If Targa Resources has its way, “oil bomb” trains will rumble through Baltimore’s Inner Harbor on their way to the company’s proposed Curtis Bay oil storage facility. The same type of oil trains that exploded in West Virginia this week may already be chugging through Baltimore, but no one knows for sure if that’s true or not. Let’s take a look at how our country’s fracking boom may put thousands of Maryland homes squarely in a potential oil train blast zone and also learn who’s trying to protect Maryland’s citizens.
“What’s that smell?”
I asked that question when I caught a whiff of metallic gas while standing in Lyndia’s front yard. Her house is four hours west of Baltimore in West Union, a town in Doddridge County, West Virginia. Ten active fracking wells sit within one mile of her home.
Doddridge County is a hot spot in our country’s fracking boom. I visited the fracking fields there last June to learn first-hand what it’s like to be a “fracking neighbor.” I define fracking neighbor as someone who lives near a natural gas hydrofracturing, a.k.a. fracking, well. According to the Wall Street Journal, 15.3 million people live within one mile of a fracking well. In only nine years, five percent of Americans are now fracking neighbors, and that’s because 100,000 fracking wells have been drilled across 31 states.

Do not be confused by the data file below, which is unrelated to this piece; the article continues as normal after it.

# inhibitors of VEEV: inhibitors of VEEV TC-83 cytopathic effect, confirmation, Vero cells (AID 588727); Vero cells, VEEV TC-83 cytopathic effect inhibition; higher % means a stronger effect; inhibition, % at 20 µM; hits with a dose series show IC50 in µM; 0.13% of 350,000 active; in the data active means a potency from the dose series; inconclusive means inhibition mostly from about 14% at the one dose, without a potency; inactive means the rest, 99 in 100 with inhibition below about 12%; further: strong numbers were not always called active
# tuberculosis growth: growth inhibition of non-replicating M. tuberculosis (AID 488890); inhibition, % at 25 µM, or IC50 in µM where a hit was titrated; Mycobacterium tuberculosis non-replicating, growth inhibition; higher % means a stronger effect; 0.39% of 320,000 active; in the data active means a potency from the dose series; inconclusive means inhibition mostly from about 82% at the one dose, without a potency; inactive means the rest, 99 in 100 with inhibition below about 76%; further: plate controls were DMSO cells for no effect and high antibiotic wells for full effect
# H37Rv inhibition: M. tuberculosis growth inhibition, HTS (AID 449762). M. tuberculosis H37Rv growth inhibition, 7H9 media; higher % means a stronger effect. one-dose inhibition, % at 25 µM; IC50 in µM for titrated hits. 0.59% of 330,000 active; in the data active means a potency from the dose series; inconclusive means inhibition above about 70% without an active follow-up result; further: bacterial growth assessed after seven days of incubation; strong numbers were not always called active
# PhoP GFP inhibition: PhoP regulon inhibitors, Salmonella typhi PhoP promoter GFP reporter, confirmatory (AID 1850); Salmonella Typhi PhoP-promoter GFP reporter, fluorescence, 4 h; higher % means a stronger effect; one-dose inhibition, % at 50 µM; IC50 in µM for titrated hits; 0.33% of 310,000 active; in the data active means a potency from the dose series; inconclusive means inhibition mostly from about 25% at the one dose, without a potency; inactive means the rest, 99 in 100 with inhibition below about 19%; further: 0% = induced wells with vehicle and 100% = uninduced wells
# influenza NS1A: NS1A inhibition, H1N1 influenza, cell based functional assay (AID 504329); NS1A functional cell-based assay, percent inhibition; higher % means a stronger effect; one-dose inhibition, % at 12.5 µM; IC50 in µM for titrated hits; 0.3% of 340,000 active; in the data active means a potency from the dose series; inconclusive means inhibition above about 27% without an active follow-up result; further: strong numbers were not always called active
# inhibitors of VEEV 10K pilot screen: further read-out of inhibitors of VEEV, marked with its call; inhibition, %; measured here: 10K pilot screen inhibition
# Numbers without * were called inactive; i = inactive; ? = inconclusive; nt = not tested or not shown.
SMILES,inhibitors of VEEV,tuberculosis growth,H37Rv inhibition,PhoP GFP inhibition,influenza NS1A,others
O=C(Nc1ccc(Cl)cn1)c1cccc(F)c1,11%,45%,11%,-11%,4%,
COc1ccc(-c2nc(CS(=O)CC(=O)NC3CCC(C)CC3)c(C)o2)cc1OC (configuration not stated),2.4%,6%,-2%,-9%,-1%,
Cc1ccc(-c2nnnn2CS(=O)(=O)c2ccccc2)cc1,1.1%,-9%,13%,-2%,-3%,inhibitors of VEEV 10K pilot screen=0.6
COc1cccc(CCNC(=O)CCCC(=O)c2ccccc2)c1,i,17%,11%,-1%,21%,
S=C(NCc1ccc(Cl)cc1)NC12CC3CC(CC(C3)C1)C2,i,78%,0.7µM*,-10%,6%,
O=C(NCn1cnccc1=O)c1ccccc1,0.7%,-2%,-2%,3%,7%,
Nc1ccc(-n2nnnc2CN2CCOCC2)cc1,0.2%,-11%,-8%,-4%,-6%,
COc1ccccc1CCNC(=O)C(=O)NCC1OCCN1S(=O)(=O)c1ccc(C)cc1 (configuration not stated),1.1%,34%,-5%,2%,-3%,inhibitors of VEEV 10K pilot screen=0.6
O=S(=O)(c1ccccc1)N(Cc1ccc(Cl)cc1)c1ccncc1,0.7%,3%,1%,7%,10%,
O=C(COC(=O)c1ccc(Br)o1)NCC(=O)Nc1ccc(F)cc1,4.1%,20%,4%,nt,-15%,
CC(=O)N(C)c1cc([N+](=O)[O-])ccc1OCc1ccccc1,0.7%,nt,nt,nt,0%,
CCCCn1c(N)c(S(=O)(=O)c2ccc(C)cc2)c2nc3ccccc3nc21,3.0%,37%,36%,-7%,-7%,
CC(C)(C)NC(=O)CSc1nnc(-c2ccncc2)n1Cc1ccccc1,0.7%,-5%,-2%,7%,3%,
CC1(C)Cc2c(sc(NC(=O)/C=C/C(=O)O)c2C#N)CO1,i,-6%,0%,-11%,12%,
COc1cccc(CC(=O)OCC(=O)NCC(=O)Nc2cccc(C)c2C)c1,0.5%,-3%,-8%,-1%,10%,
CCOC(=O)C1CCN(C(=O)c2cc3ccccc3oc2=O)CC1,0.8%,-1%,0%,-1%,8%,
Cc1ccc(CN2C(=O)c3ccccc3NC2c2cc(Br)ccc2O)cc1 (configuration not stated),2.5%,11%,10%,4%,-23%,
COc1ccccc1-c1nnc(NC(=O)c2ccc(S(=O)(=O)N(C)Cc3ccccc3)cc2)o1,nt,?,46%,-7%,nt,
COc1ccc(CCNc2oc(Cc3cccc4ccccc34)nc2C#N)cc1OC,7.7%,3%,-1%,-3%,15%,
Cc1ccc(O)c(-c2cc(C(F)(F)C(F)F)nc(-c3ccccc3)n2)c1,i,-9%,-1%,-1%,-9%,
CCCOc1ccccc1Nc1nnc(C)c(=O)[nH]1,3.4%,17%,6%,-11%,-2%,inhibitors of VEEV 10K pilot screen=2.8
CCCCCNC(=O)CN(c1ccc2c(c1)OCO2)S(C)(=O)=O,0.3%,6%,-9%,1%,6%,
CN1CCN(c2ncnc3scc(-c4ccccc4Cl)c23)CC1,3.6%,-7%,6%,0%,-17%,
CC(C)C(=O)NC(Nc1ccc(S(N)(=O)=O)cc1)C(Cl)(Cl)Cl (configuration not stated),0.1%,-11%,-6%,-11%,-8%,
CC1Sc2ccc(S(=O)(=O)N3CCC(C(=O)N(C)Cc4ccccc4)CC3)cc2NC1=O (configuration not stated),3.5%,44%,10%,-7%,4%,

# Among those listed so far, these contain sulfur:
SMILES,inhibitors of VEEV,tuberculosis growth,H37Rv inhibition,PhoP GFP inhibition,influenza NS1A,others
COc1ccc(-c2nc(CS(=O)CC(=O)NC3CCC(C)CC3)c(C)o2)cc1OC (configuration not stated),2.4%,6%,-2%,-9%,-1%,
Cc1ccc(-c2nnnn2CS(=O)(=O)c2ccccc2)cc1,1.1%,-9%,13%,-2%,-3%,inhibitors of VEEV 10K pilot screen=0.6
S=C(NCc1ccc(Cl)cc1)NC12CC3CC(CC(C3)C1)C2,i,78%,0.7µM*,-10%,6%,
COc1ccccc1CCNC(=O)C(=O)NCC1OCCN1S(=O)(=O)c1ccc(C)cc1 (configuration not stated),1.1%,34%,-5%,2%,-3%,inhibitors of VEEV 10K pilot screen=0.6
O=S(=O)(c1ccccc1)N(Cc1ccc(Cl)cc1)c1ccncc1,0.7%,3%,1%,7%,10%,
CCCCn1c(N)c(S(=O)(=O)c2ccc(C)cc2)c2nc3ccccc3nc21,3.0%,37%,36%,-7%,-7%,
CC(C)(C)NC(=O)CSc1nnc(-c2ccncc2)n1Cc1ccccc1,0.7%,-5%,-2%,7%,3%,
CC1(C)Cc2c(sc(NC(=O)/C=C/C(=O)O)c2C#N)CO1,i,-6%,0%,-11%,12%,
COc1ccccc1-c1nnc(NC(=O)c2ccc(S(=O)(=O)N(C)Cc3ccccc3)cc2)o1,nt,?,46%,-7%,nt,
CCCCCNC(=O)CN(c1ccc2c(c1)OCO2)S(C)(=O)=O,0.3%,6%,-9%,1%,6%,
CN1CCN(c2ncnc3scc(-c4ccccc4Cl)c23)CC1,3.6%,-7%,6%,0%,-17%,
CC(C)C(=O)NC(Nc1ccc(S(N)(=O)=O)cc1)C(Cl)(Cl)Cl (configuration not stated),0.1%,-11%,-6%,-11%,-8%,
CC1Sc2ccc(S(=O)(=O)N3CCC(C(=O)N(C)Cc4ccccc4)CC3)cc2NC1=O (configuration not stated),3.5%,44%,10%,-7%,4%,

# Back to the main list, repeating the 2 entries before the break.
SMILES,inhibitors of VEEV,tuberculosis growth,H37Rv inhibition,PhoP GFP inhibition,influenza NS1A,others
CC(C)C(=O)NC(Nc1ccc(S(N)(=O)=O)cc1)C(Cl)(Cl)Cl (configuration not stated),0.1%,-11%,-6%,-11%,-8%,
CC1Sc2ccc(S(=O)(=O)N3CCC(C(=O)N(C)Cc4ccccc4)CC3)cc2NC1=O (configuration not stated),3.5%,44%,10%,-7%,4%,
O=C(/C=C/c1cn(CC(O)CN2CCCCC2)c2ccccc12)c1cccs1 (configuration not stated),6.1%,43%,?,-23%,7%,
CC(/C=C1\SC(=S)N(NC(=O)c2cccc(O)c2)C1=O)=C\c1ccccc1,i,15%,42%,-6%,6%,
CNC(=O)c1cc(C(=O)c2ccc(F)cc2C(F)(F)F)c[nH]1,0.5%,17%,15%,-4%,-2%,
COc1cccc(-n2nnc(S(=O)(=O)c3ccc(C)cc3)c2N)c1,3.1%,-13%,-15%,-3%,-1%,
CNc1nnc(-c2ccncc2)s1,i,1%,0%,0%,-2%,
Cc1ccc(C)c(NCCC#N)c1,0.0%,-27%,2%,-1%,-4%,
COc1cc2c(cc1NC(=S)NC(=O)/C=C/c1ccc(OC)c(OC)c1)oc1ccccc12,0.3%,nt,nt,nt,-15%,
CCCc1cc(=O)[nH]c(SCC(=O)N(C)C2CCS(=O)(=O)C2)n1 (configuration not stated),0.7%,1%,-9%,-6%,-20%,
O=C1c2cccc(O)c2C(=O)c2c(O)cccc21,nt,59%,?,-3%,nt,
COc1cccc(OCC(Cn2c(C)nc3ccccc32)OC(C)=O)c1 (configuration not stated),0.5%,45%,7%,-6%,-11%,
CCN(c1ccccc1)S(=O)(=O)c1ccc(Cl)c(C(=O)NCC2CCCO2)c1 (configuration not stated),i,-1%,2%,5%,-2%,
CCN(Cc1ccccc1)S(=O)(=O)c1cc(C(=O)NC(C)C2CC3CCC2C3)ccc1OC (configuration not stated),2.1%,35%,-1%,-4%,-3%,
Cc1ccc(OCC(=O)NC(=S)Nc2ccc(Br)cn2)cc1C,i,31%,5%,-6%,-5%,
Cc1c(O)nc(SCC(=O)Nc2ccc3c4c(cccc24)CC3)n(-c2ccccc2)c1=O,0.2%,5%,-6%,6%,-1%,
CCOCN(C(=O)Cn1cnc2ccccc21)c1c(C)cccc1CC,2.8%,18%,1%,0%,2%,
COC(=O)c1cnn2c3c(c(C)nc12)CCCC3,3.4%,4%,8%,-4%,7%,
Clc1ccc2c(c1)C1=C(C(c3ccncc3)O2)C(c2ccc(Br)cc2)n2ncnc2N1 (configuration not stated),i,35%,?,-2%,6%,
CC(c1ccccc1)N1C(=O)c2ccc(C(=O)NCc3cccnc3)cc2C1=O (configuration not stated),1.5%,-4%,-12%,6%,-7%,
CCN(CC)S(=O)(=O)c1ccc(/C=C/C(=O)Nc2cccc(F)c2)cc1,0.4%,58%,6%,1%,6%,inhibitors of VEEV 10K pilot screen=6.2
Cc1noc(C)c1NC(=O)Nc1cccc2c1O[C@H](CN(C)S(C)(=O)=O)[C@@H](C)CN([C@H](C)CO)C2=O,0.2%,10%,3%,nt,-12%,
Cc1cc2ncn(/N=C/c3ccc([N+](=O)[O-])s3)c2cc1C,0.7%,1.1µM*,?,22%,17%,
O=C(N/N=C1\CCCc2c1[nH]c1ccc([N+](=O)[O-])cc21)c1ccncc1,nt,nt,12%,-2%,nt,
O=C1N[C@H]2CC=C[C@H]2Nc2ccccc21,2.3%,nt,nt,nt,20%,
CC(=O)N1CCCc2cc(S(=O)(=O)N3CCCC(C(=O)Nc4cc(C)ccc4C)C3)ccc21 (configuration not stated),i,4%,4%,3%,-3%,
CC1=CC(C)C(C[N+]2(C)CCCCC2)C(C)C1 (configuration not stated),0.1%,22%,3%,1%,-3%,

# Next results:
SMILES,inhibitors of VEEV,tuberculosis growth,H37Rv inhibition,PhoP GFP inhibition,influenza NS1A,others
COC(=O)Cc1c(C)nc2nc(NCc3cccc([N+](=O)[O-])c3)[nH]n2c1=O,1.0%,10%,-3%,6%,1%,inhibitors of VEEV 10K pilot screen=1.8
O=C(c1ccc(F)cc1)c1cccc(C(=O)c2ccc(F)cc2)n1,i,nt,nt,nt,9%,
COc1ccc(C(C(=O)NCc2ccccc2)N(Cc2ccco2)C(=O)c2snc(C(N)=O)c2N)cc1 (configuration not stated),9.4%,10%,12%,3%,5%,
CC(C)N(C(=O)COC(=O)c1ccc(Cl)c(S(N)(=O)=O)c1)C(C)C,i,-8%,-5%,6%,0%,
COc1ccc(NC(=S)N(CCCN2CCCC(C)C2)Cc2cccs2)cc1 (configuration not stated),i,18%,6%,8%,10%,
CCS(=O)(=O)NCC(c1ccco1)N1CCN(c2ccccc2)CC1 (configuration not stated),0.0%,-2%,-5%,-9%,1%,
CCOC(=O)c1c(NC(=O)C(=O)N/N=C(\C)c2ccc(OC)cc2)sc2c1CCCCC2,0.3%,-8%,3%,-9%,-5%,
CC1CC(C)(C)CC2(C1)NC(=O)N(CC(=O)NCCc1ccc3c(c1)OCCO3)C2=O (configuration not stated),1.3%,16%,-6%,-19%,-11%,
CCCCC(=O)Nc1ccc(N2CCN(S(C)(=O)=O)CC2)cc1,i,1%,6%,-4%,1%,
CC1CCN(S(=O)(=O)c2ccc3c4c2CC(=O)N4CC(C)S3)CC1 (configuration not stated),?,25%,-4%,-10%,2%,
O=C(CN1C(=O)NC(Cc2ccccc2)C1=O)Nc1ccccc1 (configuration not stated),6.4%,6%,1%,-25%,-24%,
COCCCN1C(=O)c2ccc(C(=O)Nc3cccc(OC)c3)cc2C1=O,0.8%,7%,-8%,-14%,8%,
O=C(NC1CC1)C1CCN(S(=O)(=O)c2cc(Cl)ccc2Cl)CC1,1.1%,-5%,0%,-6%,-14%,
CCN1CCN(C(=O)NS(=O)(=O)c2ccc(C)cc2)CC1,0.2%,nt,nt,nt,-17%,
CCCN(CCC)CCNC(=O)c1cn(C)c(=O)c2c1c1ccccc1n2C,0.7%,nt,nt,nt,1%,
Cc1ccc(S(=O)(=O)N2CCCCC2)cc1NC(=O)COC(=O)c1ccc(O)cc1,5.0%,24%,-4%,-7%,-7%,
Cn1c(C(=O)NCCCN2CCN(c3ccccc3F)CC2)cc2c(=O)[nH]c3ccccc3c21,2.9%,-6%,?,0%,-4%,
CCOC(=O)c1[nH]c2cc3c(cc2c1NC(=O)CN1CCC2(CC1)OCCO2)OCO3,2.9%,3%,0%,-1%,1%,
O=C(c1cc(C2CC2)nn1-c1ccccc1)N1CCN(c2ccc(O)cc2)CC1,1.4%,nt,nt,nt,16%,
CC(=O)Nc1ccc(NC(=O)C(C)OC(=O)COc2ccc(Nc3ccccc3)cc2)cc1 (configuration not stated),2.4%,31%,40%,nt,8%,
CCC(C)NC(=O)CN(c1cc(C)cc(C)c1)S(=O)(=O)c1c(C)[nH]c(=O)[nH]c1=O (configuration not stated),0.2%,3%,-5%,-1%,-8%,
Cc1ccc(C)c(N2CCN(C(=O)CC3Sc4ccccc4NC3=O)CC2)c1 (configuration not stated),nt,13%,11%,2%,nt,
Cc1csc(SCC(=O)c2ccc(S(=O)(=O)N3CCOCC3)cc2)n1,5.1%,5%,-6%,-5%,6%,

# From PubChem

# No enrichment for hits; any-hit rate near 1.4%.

This week, cheerleaders once again made the headlines, and strange Baltimore discoveries were right under our nose. It’s the Week in Review for Nov. 7-14: Read More →
As Marylanders have been pushing for wind energy, installing compact fluorescent lightbulbs and shelling out storm water and ‘flush’ fees to clean the Chesapeake Bay, our federal government approved a massive energy project here in Maryland that couldn’t be farther from “eco-friendly.” Read More →